The U.S. government is stepping up its efforts to thwart off cyber-attacks against American infrastructure, networks and defense, though it continues to attract much skepticism from security industry professionals in a post-Edward Snowden world.
Yesterday at the kickoff of the annual RSA Conference, U.S. Homeland Security Secretary, Jeh C. Johnson made a passionate plea for information security private industry to partner with the federal government to protect against attacks aimed at their homeland, while touting the accomplishments of the administration. He also told the crowd that the Department of Homeland Security (DHS) was looking for the best security professionals to “consider a tour of service for your country” and take up employment for DHS.
Before Johnson spoke, some of the founders of today’s cryptography algorithms took the stage to address the state of security. Co-founder of the RSA public key algorithm, Ron Rivest, shot down the idea of the industry introducing a “front door” to help law enforcement track illegal activity through targeted means.
“It just won’t work,” said Rivest.
Similarly, co-RSA founder, Adi Shamir, said that “There’s no difference between front doors and back doors… only that the NSA will have to take your house and turn it around.” Nonetheless, Johnson pressed for the need for greater cooperation among federal and private entities, saying that “the current course we are on toward deeper and deeper encryption… is making it harder for your government to find criminal activity.”
Johnson said that cybersecurity is a major priority for the president and his administration and that DHS is building an agile and responsive cybersecurity capability. He cited the formation of the National Cybersecurity and Communications Integration Center (NCCIC), which last year received over 97,000 cybersecurity alerts from government and private sources and issued over 12,000 warnings.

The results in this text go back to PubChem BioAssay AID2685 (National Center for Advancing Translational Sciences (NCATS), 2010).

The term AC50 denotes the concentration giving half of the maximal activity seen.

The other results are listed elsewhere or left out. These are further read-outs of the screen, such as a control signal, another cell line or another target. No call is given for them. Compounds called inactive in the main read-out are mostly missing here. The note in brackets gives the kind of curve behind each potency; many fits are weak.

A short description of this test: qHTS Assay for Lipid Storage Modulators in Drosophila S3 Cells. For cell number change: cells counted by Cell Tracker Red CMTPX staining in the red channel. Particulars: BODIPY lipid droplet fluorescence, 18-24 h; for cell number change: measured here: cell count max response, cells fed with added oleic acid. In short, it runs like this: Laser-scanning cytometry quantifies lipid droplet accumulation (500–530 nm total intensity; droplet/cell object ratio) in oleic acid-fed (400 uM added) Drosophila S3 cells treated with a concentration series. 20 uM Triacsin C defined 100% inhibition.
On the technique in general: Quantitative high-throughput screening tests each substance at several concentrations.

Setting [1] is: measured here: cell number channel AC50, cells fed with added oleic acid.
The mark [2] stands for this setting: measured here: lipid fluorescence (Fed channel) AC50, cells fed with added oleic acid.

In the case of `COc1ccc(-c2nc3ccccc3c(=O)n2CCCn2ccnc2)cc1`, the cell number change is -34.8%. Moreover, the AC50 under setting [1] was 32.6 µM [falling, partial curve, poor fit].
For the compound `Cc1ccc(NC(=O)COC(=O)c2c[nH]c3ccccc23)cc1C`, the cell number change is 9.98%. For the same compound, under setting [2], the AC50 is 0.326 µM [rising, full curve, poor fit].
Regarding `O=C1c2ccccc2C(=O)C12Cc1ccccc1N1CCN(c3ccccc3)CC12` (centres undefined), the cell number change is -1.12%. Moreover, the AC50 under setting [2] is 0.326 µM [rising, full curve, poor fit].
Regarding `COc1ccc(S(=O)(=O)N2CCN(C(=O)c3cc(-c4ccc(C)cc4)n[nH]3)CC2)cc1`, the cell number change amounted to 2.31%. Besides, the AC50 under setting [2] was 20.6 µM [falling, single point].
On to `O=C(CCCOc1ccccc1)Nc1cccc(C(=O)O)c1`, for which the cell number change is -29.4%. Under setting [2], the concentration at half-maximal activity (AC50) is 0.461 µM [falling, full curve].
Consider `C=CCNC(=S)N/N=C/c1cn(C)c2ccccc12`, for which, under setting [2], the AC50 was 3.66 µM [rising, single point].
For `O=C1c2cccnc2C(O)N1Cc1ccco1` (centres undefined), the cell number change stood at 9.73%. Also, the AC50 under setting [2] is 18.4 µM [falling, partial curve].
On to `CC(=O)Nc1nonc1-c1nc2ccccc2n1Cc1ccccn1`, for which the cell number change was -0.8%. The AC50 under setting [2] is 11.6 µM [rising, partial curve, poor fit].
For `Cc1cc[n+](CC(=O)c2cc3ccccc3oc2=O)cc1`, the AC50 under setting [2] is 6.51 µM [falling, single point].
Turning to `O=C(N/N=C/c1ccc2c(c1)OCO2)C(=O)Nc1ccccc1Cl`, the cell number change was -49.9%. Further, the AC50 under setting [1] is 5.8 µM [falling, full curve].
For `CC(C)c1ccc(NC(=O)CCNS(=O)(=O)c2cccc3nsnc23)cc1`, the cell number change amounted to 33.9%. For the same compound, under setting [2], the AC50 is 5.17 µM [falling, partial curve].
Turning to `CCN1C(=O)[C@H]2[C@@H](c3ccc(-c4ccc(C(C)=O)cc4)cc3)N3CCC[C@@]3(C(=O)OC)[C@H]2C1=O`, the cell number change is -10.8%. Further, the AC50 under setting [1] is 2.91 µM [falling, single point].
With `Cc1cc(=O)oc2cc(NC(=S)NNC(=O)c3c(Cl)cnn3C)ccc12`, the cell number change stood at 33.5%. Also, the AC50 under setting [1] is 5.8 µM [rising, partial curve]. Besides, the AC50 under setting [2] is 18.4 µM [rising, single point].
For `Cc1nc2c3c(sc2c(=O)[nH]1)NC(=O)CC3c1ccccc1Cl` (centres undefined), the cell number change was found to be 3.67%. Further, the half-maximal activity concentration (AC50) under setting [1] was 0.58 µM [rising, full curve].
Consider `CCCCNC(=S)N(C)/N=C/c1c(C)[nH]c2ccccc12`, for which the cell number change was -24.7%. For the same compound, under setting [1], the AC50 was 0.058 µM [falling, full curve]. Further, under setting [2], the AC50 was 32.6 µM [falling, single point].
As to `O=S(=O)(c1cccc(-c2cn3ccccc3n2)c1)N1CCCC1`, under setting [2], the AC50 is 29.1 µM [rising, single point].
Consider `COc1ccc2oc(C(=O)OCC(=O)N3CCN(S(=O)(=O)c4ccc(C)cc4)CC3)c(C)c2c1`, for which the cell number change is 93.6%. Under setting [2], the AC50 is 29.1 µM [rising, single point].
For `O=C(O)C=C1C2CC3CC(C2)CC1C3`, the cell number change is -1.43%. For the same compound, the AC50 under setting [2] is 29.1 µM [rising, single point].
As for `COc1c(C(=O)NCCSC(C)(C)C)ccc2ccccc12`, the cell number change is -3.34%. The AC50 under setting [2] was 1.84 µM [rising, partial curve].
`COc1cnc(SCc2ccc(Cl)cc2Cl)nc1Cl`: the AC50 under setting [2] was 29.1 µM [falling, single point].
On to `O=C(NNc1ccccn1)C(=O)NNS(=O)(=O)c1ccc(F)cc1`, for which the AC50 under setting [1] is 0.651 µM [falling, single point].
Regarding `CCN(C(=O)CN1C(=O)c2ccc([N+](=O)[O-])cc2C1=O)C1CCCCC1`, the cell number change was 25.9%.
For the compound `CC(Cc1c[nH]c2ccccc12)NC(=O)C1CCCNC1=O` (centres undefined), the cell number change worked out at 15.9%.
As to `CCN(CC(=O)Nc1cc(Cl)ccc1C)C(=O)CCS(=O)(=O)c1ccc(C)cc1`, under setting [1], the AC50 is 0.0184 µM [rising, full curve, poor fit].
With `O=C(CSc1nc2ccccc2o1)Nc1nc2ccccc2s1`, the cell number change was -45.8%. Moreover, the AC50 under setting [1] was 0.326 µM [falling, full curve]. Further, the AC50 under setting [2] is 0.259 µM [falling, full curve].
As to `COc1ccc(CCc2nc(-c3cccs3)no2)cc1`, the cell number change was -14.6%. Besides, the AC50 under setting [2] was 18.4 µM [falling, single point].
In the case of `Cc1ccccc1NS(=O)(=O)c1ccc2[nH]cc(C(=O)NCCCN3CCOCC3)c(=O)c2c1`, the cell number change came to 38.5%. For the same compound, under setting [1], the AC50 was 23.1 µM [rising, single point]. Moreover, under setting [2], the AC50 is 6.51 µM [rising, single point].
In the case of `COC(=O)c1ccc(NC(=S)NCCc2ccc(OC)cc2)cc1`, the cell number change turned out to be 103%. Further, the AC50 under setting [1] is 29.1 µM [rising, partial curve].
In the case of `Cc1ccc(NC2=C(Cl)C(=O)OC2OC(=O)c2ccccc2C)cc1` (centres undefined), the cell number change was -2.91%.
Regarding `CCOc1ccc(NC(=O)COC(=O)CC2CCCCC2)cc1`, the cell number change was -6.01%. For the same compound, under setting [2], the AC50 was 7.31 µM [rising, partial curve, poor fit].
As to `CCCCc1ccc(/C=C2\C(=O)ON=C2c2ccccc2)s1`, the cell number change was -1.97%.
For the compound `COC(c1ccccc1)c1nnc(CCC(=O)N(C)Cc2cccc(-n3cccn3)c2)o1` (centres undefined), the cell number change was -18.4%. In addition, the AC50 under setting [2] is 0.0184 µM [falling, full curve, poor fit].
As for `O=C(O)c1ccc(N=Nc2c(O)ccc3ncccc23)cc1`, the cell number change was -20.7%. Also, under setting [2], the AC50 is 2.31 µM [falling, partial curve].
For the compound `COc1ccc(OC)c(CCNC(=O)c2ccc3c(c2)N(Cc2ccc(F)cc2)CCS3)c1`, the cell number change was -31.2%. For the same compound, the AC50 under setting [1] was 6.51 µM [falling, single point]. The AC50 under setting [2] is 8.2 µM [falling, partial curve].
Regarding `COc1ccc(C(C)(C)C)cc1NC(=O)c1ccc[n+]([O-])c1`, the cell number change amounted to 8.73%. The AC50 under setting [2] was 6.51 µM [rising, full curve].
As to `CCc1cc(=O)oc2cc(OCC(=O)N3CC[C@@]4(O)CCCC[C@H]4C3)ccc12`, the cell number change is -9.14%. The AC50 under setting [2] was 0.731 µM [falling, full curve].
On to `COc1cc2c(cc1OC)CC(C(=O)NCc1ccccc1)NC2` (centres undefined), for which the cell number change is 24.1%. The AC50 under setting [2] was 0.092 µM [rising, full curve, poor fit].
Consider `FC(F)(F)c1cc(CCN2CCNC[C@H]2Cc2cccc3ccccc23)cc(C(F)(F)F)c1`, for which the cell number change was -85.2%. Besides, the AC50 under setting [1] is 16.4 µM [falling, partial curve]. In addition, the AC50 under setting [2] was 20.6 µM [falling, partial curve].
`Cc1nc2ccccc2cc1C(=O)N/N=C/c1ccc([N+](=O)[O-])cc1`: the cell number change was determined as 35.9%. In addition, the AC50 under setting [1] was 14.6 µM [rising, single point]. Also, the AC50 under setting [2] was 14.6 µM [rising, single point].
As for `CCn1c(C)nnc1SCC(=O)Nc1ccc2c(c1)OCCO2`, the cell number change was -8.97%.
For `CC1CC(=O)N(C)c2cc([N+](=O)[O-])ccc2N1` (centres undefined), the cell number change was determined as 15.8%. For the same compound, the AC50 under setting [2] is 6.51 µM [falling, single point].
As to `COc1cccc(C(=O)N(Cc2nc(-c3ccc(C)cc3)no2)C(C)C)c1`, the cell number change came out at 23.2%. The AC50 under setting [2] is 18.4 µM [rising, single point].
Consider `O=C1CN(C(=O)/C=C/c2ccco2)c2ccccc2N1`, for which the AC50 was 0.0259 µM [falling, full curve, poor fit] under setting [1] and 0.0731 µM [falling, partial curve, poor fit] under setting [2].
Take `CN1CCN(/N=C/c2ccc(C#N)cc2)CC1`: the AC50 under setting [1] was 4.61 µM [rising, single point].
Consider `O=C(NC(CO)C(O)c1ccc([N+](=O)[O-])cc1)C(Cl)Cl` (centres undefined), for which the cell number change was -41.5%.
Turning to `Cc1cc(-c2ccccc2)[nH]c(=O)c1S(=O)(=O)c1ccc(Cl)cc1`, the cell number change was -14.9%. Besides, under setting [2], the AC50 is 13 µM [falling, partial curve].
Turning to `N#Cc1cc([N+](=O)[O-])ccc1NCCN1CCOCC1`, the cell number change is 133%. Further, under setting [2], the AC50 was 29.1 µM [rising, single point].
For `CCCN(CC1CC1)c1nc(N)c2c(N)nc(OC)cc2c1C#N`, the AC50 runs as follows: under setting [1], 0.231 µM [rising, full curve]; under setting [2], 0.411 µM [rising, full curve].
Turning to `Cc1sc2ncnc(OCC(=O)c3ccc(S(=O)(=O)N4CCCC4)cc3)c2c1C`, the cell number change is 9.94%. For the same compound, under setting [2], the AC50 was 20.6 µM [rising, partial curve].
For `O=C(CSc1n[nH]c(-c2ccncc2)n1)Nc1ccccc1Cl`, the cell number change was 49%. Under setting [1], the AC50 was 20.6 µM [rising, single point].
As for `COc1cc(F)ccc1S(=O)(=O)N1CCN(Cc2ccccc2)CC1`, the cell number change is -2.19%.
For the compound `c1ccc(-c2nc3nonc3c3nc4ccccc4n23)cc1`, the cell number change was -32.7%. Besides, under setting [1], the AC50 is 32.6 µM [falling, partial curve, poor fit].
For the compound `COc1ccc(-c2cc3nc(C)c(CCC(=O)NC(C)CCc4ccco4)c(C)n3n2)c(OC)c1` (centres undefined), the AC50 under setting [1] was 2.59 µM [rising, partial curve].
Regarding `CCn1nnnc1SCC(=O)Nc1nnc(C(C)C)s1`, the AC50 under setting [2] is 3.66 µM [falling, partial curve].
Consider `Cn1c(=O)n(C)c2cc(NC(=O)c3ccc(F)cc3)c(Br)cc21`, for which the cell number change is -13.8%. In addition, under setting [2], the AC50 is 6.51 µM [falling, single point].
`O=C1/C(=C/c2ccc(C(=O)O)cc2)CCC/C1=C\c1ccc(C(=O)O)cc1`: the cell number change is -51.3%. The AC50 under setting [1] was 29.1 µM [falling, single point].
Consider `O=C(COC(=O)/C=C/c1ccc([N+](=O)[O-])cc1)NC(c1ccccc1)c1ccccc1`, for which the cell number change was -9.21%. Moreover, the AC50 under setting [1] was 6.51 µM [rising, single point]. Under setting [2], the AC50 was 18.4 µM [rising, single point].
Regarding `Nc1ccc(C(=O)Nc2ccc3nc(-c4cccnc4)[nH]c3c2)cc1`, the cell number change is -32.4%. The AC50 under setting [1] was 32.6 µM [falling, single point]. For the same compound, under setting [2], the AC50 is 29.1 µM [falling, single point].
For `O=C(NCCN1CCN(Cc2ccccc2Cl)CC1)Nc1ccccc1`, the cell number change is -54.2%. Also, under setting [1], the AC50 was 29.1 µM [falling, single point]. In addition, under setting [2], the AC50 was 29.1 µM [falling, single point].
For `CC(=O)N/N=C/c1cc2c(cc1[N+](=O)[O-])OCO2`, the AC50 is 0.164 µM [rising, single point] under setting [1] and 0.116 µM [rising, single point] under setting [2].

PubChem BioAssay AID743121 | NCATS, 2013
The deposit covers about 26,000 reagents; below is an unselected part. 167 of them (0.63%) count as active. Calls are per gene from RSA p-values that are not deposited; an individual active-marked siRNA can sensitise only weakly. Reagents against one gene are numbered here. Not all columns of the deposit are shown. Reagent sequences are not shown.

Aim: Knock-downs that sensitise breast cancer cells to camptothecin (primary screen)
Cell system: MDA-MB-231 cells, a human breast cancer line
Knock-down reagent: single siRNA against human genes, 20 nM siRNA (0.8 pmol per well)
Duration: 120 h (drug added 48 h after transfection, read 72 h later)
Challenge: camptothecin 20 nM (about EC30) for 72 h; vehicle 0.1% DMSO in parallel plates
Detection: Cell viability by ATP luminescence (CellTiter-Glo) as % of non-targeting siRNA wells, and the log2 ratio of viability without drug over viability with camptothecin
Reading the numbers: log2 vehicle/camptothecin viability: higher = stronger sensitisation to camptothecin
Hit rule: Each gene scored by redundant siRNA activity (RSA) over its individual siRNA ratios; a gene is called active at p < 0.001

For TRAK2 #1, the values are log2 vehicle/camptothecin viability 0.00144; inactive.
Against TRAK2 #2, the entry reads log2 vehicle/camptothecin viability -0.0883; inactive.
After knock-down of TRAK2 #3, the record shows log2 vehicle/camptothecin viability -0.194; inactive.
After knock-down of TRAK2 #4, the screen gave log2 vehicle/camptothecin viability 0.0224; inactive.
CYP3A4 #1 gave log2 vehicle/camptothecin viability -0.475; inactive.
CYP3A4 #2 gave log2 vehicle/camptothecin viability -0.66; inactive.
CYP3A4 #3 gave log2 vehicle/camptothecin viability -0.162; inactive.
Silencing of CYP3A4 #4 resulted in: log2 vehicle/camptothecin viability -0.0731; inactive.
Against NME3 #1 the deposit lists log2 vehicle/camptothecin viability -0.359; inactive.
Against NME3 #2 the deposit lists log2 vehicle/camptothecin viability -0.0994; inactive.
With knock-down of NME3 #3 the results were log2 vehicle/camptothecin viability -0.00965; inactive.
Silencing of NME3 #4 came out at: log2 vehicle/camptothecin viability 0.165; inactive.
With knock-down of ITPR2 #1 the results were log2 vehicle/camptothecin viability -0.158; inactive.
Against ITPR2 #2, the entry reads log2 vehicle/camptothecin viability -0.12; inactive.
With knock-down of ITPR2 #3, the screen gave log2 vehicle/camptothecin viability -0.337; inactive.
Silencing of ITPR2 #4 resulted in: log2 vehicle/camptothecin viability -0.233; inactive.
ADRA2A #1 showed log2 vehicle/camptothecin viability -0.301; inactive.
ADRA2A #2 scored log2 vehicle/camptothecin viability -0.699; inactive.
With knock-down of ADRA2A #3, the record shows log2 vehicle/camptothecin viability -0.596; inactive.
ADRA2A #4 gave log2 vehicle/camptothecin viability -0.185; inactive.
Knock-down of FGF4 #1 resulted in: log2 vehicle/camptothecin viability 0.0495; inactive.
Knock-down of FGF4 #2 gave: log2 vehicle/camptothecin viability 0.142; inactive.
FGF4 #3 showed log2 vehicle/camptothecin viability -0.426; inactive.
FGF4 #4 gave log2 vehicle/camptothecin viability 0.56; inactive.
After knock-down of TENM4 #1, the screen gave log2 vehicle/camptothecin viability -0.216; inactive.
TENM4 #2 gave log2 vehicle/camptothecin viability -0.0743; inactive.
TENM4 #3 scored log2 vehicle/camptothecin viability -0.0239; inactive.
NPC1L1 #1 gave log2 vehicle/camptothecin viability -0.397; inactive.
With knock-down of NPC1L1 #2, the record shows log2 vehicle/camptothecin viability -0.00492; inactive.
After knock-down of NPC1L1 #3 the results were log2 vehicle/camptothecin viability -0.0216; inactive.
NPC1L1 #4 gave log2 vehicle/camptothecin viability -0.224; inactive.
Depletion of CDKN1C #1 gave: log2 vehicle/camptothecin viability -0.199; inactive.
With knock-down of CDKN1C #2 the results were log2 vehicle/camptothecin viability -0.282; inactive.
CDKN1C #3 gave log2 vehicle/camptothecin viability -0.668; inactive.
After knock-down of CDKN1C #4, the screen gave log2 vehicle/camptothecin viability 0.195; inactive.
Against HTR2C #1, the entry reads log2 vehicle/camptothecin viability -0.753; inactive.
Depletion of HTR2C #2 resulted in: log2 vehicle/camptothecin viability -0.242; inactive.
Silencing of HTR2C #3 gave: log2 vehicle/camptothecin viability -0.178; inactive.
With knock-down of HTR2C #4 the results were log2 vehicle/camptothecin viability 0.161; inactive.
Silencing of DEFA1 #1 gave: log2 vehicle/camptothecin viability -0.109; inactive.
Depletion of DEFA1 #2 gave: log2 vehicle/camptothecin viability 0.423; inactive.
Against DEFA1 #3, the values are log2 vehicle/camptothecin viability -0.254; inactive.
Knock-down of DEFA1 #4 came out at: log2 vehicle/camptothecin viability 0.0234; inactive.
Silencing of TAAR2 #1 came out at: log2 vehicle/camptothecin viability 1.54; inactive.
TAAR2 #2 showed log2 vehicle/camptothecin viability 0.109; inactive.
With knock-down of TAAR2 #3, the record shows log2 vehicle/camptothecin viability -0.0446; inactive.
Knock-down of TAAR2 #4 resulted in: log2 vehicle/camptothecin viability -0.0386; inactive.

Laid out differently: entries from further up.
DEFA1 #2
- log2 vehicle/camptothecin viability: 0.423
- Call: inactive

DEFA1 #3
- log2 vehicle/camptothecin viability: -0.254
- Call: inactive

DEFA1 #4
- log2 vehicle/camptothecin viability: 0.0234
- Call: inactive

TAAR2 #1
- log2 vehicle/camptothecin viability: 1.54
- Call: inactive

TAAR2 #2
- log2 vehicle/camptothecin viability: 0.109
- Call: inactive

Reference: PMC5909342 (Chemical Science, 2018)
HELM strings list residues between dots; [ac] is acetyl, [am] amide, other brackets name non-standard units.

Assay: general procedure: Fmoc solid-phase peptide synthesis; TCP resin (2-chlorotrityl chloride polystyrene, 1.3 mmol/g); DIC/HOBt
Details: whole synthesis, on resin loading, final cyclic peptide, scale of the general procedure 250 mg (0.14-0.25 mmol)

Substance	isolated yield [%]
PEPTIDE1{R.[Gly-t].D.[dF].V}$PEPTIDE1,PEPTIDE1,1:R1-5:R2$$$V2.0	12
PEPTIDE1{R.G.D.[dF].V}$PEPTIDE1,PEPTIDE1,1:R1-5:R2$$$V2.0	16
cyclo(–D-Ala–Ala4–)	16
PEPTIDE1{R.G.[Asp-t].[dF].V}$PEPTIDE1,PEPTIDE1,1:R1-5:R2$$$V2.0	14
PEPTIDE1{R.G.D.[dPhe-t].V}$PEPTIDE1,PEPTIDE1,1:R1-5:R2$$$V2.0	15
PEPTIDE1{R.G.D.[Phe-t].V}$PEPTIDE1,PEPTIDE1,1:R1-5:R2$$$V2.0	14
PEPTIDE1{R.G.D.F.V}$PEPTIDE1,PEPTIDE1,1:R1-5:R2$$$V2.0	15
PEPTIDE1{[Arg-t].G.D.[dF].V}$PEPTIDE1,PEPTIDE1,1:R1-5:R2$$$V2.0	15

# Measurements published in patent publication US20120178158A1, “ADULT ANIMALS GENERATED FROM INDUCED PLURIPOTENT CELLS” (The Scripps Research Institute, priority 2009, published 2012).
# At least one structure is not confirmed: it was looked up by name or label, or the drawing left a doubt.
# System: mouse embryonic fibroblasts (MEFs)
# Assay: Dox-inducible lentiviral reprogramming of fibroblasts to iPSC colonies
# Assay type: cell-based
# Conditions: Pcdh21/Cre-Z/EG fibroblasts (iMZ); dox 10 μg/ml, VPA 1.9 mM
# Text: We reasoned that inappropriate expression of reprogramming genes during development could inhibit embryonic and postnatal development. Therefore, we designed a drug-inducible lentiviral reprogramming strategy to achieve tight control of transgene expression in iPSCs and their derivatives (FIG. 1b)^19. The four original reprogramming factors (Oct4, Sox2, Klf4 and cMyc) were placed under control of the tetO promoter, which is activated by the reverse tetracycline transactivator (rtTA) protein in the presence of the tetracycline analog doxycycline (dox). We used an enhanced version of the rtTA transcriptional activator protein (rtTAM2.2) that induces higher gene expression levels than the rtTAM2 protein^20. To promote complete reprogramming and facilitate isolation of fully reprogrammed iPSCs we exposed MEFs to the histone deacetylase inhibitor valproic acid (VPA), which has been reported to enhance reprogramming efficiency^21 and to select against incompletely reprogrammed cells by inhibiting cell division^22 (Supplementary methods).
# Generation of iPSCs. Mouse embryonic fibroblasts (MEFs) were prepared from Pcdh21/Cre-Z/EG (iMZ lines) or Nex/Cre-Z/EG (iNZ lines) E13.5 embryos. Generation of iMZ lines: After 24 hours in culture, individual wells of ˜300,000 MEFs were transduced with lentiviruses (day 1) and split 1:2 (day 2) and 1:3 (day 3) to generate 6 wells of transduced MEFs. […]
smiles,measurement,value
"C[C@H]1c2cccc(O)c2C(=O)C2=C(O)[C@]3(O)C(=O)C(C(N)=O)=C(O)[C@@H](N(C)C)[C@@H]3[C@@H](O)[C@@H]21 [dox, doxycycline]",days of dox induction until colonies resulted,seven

According to Johnson, NCCIC identified 265 Heartbleed vulnerabilities and within three weeks of Heartbleed being made known had reduced the number of those still affected to just two. He said that DHS was enabling NCCIC to deliver real-time alerts on threats.
Johnson said that later this year, NCCIC would enable data sharing of cyberthreat indicators, including receiving tips from private industry. Recent legislation is designed to protect those sharing threat indicators from liability, addressing what has been a major impediment to data sharing.
As part of its effort to reach out to private industry and encourage cooperation, Johnson announced the establishment of a new DHS satellite office in Silicon Valley.
Still, Johnson acknowledged that much work lies ahead in finding the balance between protecting American government and industry against attacks while still protecting civil liberties.
“Homeland Security is itself a balance between basic physical security and the liberties and freedoms we cherish as Americans,” Johnson said.
That balance was addressed by the previous panel of notable cryptographers. Shamir said of the NSA programs that too many times they were not appropriately targeted and involved “the excessive use of force with too much collateral damage.”
Whether the federal government can strike the appropriate balance of physical security and civil liberties and gain the critical support of private industry remains to be seen.